However, this colorful sea captain and strict head of the family also had another side. Long after his death, the family talked about his needlework. I heard Mama and Papa and all the other Dillons laugh about it many times, and particularly about the magnificent needlework of big red roses in petit point that won a blue ribbon one year in the Monroe County Fair under a woman's name. They were actually entered by G. W. Dillon, and it was his work. While he was alive, the whole family knew about it, but it was never discussed. Captain Dillon had taken up needlework to pass the long hours at sea, and had become extremely talented at it. Mama always said it was some of the most beautiful needlework she had ever seen. The way Mama told us the story years later told me that she liked knowing Capt. Dillon had had a secret artistic talent. She didn't know him long, but always knew he was special.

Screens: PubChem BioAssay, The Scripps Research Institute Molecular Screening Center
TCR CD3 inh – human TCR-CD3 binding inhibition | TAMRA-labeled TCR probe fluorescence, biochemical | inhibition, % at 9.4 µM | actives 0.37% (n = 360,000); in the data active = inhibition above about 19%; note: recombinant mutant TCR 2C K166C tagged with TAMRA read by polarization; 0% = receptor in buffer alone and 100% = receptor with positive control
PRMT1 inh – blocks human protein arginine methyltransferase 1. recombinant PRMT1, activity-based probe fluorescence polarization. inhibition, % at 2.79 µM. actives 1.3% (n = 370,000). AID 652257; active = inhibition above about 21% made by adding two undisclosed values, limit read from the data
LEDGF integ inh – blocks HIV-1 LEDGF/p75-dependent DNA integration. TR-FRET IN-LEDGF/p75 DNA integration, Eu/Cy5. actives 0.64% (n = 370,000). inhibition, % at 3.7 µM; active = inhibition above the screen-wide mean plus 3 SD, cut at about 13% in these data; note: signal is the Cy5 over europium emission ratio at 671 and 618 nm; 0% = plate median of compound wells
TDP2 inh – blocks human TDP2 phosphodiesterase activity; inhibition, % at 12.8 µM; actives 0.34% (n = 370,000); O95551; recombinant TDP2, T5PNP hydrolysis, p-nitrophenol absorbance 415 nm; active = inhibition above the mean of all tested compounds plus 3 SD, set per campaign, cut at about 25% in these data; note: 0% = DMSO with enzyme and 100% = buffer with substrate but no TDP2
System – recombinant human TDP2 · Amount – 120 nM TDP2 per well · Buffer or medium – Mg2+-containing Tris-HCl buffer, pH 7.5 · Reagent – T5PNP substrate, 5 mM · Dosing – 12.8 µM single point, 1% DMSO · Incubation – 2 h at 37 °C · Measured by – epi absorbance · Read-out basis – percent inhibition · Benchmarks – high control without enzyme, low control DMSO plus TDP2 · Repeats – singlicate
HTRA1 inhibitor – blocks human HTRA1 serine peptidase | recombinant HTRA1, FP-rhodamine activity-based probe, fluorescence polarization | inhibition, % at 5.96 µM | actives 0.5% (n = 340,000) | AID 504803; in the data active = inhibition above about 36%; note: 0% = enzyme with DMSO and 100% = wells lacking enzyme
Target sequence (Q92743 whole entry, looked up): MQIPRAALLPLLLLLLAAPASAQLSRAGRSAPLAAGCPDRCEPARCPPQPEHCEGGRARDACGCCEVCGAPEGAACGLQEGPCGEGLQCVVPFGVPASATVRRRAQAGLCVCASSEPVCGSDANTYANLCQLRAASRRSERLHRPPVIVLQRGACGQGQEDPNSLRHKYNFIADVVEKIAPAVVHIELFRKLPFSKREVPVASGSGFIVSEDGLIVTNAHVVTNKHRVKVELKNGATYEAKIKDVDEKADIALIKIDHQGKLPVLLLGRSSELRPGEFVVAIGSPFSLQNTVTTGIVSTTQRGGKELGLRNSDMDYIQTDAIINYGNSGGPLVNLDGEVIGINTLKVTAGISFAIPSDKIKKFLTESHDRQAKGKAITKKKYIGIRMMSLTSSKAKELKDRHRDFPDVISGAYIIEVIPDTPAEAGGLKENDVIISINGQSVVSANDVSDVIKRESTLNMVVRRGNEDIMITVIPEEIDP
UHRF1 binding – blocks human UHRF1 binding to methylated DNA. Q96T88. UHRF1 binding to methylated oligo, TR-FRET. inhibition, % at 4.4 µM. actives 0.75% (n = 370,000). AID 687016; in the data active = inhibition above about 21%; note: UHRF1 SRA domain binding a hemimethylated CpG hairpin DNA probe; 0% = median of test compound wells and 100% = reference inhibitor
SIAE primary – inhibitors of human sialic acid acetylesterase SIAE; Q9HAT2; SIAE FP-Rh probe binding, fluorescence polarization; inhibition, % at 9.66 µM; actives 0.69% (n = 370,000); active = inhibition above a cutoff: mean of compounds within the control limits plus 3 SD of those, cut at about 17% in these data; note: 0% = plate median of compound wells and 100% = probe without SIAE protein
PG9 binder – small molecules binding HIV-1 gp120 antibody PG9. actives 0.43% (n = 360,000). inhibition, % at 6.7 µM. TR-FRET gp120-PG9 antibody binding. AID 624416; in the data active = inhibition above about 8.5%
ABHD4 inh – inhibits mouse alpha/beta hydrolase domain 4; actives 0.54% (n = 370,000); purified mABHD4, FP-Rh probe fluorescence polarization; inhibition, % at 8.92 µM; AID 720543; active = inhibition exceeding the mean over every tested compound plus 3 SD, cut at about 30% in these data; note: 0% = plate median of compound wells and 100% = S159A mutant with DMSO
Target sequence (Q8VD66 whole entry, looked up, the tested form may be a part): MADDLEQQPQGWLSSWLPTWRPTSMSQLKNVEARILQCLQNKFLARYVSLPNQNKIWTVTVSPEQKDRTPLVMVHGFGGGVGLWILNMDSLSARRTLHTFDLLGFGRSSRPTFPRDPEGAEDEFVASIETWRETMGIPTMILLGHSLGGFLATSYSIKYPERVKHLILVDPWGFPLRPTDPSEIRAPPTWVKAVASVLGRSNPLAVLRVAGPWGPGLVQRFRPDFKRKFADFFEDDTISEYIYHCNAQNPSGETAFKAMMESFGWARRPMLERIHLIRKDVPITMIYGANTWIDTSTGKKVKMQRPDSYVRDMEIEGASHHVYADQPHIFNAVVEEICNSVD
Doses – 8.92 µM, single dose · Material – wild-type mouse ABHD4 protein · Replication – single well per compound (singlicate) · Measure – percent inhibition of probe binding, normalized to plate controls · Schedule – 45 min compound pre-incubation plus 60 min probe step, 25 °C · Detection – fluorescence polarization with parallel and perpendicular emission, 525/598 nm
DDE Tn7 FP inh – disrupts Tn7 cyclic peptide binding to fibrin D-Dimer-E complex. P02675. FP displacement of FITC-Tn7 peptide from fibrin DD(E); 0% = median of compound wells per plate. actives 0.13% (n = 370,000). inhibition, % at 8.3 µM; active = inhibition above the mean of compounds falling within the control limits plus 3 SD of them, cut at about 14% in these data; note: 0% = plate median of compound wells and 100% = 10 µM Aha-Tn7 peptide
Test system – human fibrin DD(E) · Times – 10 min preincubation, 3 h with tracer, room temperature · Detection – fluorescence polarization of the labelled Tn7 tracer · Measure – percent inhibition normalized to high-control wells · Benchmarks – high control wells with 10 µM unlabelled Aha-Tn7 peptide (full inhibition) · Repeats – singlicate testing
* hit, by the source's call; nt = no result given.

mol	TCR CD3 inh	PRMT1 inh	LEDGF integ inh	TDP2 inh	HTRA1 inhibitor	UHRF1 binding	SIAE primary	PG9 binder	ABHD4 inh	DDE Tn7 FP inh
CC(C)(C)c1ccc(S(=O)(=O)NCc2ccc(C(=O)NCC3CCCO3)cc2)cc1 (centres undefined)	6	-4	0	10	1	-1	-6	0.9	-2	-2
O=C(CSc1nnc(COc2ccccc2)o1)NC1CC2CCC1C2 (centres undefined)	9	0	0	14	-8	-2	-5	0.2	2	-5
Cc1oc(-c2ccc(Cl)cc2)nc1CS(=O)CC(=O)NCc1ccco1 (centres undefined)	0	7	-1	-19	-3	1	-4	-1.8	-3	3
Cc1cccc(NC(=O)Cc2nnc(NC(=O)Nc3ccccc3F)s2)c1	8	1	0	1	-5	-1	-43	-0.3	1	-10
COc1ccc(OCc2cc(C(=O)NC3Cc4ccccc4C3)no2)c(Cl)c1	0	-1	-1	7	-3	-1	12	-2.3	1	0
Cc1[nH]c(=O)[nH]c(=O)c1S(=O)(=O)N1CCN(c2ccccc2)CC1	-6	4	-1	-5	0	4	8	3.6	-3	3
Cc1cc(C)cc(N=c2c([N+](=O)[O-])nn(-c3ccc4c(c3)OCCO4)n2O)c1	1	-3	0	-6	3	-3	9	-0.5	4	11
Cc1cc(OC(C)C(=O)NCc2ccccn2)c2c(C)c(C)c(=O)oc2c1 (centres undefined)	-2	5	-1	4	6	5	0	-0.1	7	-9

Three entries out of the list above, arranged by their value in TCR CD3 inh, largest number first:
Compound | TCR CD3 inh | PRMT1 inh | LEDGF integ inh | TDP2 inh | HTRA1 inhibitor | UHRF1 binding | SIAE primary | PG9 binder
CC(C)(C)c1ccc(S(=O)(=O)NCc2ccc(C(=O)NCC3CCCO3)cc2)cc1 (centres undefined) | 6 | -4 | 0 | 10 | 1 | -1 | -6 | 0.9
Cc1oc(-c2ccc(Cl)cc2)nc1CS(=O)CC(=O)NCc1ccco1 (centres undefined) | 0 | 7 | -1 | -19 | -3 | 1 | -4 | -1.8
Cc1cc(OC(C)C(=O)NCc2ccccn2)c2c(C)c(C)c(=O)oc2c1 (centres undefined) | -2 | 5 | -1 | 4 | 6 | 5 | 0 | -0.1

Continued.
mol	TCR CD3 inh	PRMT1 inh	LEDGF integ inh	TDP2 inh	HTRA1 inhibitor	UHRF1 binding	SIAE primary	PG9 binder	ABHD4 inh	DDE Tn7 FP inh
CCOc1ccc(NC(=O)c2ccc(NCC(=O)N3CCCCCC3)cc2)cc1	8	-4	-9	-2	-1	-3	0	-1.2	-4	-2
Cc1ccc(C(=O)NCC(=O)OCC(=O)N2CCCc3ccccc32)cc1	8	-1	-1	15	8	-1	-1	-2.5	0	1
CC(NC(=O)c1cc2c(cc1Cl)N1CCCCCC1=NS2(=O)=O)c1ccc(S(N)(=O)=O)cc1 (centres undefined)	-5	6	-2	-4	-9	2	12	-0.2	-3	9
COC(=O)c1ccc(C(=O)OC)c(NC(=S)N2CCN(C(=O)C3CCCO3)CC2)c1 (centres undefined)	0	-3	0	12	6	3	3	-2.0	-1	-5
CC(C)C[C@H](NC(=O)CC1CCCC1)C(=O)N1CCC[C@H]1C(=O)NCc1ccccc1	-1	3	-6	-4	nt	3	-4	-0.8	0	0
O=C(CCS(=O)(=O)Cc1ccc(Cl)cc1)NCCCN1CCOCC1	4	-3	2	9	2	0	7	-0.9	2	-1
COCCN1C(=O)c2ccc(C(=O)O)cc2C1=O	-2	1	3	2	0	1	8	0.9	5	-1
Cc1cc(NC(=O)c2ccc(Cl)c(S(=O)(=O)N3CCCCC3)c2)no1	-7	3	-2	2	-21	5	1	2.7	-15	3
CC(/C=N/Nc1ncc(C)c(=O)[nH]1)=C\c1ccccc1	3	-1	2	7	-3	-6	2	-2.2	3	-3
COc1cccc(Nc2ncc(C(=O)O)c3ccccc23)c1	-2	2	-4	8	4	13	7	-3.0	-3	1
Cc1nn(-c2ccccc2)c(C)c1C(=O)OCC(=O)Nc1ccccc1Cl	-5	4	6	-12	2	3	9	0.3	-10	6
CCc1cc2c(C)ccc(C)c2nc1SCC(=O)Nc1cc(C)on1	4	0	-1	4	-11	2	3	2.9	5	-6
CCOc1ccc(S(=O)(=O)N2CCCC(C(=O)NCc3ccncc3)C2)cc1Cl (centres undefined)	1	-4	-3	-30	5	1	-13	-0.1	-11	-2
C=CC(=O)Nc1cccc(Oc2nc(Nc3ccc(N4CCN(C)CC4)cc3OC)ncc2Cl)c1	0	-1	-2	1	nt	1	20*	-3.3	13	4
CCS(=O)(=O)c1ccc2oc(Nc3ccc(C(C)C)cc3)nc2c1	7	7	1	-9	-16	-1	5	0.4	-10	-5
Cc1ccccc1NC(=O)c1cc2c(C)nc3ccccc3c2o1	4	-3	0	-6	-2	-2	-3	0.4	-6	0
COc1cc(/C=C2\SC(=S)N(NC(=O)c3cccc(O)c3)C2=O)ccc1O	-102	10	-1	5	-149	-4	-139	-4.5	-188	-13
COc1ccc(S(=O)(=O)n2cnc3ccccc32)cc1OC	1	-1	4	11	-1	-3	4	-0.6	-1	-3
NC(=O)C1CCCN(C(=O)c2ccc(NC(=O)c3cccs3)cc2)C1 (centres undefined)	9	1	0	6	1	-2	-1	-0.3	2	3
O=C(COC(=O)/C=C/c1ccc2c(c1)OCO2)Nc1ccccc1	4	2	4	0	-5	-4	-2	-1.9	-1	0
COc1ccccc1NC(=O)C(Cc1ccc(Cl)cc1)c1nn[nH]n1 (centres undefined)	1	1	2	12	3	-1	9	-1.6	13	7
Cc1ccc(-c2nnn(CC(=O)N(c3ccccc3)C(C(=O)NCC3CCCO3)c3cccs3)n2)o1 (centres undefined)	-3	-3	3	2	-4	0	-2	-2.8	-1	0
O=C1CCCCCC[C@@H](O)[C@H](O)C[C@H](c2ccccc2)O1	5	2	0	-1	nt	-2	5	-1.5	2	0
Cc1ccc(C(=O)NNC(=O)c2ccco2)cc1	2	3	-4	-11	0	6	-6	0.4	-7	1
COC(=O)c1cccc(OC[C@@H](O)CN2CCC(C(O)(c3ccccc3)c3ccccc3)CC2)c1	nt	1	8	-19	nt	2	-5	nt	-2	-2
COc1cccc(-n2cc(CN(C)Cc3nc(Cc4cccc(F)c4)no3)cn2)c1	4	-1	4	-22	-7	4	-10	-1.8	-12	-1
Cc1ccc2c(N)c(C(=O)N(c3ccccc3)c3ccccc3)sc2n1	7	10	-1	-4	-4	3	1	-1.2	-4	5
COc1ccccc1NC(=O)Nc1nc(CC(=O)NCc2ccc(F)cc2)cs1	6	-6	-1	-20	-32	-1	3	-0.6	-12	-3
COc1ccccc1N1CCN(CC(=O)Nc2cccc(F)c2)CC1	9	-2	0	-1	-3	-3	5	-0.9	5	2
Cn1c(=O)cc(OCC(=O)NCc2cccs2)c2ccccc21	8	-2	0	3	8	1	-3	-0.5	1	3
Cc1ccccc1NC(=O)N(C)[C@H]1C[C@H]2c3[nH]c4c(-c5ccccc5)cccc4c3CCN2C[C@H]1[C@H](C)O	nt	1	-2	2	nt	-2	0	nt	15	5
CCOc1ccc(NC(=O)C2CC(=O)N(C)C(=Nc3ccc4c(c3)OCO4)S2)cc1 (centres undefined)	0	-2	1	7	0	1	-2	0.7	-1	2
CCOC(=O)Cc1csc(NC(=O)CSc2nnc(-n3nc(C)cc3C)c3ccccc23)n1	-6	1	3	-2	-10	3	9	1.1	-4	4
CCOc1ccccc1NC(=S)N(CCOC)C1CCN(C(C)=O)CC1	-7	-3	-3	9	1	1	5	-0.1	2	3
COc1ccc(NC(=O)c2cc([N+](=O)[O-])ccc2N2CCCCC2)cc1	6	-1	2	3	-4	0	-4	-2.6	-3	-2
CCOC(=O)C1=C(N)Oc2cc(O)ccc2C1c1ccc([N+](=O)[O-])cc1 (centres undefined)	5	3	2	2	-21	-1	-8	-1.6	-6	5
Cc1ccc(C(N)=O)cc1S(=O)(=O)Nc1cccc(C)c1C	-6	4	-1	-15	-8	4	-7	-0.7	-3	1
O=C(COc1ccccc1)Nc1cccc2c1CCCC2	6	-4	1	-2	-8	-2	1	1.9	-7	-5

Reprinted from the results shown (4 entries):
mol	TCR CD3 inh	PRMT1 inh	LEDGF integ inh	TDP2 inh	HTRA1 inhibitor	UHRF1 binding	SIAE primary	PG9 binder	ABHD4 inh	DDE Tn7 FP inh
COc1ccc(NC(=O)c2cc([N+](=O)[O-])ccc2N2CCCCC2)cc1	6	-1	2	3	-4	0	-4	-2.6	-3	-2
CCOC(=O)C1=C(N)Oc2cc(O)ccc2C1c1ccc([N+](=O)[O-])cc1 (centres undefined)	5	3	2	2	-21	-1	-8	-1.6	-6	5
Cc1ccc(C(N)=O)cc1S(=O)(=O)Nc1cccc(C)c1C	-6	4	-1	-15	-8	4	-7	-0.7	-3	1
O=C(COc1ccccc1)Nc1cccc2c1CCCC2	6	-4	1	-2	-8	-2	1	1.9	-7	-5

ship
3 masted schooner

Over the years, he served on a long list of ships, but his pride and joy was always the three-masted schooner he owned called the Lily White.

That sailing ship had participated in the lucrative shipment of beef cattle from the west coast port of Punta Rassa, Florida (now Ft. Myers) down to Cuba, and in those days, Raymond was the Lily White's cabin boy.

Raymond had always been the most energetic, popular kid in the family, and loved going to sea with his father, even though Captain Dillon was famous for being a severe disciplinarian. The crew all loved having Raymond on board, since he was an entertaining happy boy, and always hard-working. Nothing slowed him down, and he was always smiling and fearless--willing to try almost anything. Sometimes, of course, he went too far, and his father would always be there with a harsh punishment. These events actually led to one of the stories my grandfather told me years later, which many people have trouble believing. When he was 7 or 8, Raymond was actually keel-hauled by his father.